High-altitude sickness, or mountain sickness, affects people who travel to elevations they're not used to. The higher the elevation, the less oxygen is in the atmosphere. That means when you breathe in at high elevations, your lungs taken in less oxygen than they're accustomed to and your blood oxygen level drops, causing hypoxia. There are three main types of altitude sickness: acute mountain sickness, high-altitude pulmonary edema and high-altitude cerebral edema. While acute mountain sickness is the most common, it's also the least dangerous. High-altitude pulmonary edema, or HAPE, is rare, but it's the leading cause of altitude sickness-related death. High-altitude cerebral edema, or HACE, can be fatal, as well.
High-altitude pulmonary edema occurs when your heart and breathing speed up to try to get more oxygen flowing to your tissues. Sometimes, fluid leaks from your pulmonary blood vessels into your lungs, making it difficult to breathe and take in necessary oxygen. High-altitude pulmonary edema affects two to four percent of people who ascend higher than 14,000 feet (4,270 meters). High-altitude cerebral edema happens when fluid retention and low oxygen cause your brain to swell. Signs that might indicate HACE include confusion and disorientation when you ascend to high elevations. Though high-altitude cerebral edema is less common than high-altitude pulmonary edema, it's a more severe condition. It's more likely to affect someone who already has HAPE than someone else. Both conditions gradually worsen over a few days.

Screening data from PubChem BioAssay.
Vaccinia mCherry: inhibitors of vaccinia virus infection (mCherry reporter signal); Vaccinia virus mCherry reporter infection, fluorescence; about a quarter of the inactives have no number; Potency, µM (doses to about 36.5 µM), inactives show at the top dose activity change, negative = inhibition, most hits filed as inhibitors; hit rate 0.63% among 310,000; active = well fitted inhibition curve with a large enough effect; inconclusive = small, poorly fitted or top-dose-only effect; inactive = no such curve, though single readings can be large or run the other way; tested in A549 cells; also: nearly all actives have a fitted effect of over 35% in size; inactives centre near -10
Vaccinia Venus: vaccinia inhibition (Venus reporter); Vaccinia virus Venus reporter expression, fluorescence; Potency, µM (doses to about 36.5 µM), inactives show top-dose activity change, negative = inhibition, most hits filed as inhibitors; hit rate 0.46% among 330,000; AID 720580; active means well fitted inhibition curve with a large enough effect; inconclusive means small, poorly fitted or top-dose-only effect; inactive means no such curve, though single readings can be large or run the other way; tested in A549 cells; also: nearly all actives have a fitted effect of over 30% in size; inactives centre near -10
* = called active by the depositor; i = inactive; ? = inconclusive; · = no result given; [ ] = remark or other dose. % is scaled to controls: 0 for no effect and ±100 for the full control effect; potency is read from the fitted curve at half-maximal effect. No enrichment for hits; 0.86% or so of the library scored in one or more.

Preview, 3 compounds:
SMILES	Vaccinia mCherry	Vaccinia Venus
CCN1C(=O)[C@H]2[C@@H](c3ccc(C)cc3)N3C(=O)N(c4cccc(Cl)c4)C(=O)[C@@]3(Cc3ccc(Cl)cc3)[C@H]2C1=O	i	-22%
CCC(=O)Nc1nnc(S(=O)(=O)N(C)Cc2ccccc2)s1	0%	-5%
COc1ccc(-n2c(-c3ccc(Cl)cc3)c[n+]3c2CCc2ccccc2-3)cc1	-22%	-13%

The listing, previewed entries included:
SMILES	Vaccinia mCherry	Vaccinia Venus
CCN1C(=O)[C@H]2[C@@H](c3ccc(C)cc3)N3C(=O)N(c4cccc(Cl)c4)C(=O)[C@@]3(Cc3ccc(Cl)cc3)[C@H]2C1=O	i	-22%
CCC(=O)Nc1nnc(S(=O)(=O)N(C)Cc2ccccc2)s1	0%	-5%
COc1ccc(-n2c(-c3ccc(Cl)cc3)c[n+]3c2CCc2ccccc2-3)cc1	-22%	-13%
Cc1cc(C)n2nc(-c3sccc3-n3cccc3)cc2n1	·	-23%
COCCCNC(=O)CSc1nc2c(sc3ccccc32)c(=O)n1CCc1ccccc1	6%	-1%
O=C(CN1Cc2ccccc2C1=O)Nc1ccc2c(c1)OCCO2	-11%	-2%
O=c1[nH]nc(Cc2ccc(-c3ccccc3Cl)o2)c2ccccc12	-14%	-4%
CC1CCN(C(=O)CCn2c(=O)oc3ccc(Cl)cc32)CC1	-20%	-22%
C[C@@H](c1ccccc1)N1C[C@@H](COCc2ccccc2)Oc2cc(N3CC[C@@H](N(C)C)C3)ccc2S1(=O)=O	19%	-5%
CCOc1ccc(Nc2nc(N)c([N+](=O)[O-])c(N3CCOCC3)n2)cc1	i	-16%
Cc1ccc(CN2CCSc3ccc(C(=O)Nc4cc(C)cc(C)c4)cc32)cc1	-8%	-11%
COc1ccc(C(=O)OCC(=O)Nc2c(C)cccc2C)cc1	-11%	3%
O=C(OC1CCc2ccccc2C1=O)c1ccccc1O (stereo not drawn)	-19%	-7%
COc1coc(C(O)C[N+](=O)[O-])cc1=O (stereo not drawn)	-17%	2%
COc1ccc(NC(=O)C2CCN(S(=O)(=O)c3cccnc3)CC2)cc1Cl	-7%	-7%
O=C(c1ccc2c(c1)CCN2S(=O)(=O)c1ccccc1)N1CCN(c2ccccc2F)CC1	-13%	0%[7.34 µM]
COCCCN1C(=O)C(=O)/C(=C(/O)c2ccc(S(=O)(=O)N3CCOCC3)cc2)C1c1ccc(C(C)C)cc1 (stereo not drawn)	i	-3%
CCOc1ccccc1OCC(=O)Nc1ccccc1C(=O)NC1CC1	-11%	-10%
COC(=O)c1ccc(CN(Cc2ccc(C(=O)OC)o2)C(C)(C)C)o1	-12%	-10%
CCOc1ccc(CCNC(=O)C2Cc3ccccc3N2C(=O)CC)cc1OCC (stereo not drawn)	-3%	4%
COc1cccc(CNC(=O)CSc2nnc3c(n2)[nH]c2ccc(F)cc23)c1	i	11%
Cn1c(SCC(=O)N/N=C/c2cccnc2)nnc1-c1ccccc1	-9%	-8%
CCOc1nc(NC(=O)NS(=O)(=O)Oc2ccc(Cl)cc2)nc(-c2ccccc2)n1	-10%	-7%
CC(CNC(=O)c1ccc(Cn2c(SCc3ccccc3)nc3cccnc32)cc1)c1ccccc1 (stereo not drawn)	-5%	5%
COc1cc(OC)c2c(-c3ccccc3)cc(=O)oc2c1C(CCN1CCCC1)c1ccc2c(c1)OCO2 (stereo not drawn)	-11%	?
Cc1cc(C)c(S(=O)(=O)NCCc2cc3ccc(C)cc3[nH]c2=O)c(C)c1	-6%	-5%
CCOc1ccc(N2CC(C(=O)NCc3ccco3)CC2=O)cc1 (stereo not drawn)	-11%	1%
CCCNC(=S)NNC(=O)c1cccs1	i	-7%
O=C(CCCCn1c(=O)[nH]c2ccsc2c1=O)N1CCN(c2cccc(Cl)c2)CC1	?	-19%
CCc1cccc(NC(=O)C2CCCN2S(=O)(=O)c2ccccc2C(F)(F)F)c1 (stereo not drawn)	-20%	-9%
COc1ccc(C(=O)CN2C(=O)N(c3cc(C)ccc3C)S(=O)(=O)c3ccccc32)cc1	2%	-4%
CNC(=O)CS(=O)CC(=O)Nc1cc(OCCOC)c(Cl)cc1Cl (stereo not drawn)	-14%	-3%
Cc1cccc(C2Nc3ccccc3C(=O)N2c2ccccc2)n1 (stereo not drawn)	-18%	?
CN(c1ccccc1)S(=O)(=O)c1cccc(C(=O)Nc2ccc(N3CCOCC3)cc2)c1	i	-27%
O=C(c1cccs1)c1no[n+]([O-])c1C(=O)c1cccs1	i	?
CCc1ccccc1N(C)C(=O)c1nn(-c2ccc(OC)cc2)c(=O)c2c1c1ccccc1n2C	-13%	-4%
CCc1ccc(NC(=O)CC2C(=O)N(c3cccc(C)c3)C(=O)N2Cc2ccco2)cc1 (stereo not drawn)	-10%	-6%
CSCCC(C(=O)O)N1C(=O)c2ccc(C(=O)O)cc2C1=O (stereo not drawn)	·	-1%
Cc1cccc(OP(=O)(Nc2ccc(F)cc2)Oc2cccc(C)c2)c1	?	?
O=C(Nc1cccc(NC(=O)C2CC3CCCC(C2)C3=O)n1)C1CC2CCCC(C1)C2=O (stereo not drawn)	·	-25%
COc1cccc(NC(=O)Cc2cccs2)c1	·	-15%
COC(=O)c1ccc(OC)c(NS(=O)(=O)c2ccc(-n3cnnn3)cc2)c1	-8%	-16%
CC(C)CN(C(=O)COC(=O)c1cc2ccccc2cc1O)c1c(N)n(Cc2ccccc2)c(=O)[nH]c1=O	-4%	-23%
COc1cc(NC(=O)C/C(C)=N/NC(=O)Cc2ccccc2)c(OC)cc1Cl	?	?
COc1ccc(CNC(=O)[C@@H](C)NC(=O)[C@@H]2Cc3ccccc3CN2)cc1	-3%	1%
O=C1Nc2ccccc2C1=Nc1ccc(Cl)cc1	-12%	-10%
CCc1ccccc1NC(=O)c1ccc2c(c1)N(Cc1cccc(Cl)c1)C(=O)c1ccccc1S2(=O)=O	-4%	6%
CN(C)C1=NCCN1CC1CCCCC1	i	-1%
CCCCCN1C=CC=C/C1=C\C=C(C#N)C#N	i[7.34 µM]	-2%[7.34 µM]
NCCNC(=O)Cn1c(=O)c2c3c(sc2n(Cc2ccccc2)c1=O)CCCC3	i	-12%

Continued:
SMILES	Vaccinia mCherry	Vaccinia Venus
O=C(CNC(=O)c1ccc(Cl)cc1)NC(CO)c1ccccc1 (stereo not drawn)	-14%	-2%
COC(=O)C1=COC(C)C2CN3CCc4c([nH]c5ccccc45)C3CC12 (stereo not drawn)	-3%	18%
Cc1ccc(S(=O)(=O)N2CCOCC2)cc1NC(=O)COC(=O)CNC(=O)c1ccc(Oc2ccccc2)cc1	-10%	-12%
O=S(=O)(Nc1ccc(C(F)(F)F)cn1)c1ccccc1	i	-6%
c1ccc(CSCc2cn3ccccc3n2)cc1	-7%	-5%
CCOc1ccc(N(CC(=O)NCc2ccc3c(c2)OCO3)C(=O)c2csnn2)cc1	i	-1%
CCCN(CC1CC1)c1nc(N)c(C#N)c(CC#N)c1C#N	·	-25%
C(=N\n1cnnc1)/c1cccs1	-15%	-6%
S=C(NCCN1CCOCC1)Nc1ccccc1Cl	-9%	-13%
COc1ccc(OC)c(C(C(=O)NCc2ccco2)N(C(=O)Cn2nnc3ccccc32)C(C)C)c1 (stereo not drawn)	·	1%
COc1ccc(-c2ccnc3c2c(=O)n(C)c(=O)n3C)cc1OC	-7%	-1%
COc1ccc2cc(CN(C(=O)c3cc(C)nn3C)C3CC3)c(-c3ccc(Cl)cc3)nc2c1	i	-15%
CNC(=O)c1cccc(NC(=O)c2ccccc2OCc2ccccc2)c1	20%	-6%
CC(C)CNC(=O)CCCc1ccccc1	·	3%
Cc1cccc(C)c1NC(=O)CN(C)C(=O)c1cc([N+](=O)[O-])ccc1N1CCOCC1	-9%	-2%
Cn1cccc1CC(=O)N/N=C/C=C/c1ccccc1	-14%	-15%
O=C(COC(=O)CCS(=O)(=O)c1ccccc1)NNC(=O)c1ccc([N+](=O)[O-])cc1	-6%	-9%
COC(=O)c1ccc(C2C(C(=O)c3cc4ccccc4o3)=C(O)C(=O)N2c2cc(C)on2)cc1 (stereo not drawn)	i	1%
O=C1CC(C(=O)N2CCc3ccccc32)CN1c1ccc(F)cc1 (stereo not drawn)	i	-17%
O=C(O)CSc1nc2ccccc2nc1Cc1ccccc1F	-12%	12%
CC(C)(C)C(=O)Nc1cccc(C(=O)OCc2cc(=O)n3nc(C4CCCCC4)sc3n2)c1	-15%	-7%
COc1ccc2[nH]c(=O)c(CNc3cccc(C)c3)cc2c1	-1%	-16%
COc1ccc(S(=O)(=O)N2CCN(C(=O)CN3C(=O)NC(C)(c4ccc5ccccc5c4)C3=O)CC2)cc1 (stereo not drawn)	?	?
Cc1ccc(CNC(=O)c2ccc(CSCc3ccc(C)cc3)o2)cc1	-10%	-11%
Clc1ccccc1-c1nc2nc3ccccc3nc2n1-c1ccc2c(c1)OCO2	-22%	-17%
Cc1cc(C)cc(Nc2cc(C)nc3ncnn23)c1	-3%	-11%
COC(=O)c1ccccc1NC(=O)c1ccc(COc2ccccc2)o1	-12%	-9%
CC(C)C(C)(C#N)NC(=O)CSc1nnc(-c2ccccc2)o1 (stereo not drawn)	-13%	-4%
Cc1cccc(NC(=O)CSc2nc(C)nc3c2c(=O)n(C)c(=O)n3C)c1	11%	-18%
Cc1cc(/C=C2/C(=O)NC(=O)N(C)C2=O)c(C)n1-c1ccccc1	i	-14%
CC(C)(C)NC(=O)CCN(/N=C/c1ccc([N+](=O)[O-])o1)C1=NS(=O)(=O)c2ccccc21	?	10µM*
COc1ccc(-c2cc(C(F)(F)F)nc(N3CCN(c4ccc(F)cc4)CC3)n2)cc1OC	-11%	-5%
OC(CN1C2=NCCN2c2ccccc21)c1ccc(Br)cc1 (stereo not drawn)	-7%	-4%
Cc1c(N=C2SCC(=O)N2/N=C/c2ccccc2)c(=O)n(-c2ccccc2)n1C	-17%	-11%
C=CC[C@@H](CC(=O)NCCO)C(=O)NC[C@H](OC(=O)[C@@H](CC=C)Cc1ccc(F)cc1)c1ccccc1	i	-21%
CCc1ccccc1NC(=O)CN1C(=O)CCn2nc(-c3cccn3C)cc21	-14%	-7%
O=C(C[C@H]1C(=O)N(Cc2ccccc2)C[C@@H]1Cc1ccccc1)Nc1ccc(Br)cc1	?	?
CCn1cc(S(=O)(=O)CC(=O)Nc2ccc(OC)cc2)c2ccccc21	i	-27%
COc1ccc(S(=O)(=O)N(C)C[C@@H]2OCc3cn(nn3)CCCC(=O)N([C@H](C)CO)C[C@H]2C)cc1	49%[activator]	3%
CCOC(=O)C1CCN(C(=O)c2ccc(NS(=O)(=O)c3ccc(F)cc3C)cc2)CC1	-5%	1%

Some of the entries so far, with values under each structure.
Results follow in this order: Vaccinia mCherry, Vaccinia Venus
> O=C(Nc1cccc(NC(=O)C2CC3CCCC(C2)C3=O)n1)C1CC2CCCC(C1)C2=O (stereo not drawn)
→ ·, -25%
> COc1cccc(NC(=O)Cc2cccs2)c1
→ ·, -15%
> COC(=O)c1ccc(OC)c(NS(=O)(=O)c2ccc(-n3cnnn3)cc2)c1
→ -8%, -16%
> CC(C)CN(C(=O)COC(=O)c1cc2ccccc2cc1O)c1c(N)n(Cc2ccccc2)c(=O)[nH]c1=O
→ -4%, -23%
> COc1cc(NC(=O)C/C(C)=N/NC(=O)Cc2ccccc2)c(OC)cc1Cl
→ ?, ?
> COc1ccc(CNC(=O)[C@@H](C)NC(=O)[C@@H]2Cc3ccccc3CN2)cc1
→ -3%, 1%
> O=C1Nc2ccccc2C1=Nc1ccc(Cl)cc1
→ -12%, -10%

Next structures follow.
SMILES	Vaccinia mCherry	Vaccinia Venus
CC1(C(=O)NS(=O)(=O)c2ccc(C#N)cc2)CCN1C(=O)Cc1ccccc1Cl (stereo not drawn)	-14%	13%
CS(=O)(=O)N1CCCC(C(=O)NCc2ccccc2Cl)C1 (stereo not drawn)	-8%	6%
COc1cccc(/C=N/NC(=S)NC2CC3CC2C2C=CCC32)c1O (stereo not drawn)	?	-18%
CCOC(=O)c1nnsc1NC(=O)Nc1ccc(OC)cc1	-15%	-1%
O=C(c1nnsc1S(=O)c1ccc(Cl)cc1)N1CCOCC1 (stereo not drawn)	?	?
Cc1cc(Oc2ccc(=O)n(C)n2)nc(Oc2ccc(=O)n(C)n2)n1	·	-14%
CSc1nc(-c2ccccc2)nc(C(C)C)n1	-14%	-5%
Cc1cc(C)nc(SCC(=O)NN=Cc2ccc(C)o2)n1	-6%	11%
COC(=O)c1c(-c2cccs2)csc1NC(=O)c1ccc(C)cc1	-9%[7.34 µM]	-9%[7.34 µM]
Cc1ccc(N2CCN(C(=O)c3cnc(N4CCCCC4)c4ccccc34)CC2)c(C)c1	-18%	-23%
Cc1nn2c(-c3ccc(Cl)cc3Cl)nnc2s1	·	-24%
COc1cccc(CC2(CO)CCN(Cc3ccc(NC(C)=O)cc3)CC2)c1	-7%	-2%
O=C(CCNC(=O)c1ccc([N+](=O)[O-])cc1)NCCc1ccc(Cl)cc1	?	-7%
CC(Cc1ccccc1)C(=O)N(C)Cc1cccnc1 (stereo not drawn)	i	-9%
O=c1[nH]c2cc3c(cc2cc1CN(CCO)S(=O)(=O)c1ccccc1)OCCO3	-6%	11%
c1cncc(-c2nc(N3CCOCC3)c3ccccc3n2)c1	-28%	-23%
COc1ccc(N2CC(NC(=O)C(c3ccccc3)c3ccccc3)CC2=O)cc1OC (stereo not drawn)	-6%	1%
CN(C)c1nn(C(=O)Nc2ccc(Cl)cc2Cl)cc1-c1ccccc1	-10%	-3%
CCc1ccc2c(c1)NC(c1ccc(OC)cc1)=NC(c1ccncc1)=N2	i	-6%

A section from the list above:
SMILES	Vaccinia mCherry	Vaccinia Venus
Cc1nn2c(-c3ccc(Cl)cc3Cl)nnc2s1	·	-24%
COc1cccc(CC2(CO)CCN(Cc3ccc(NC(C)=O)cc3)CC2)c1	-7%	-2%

People with pre-existing heart or lung problems are more prone to experience a serious form of altitude sickness than healthy people. Another risk factor for a potentially fatal case of altitude sickness is ascending to high altitudes too quickly. If you have symptoms of acute mountain sickness at lower altitudes, you have to wait until your body adjusts before continuing to ascend.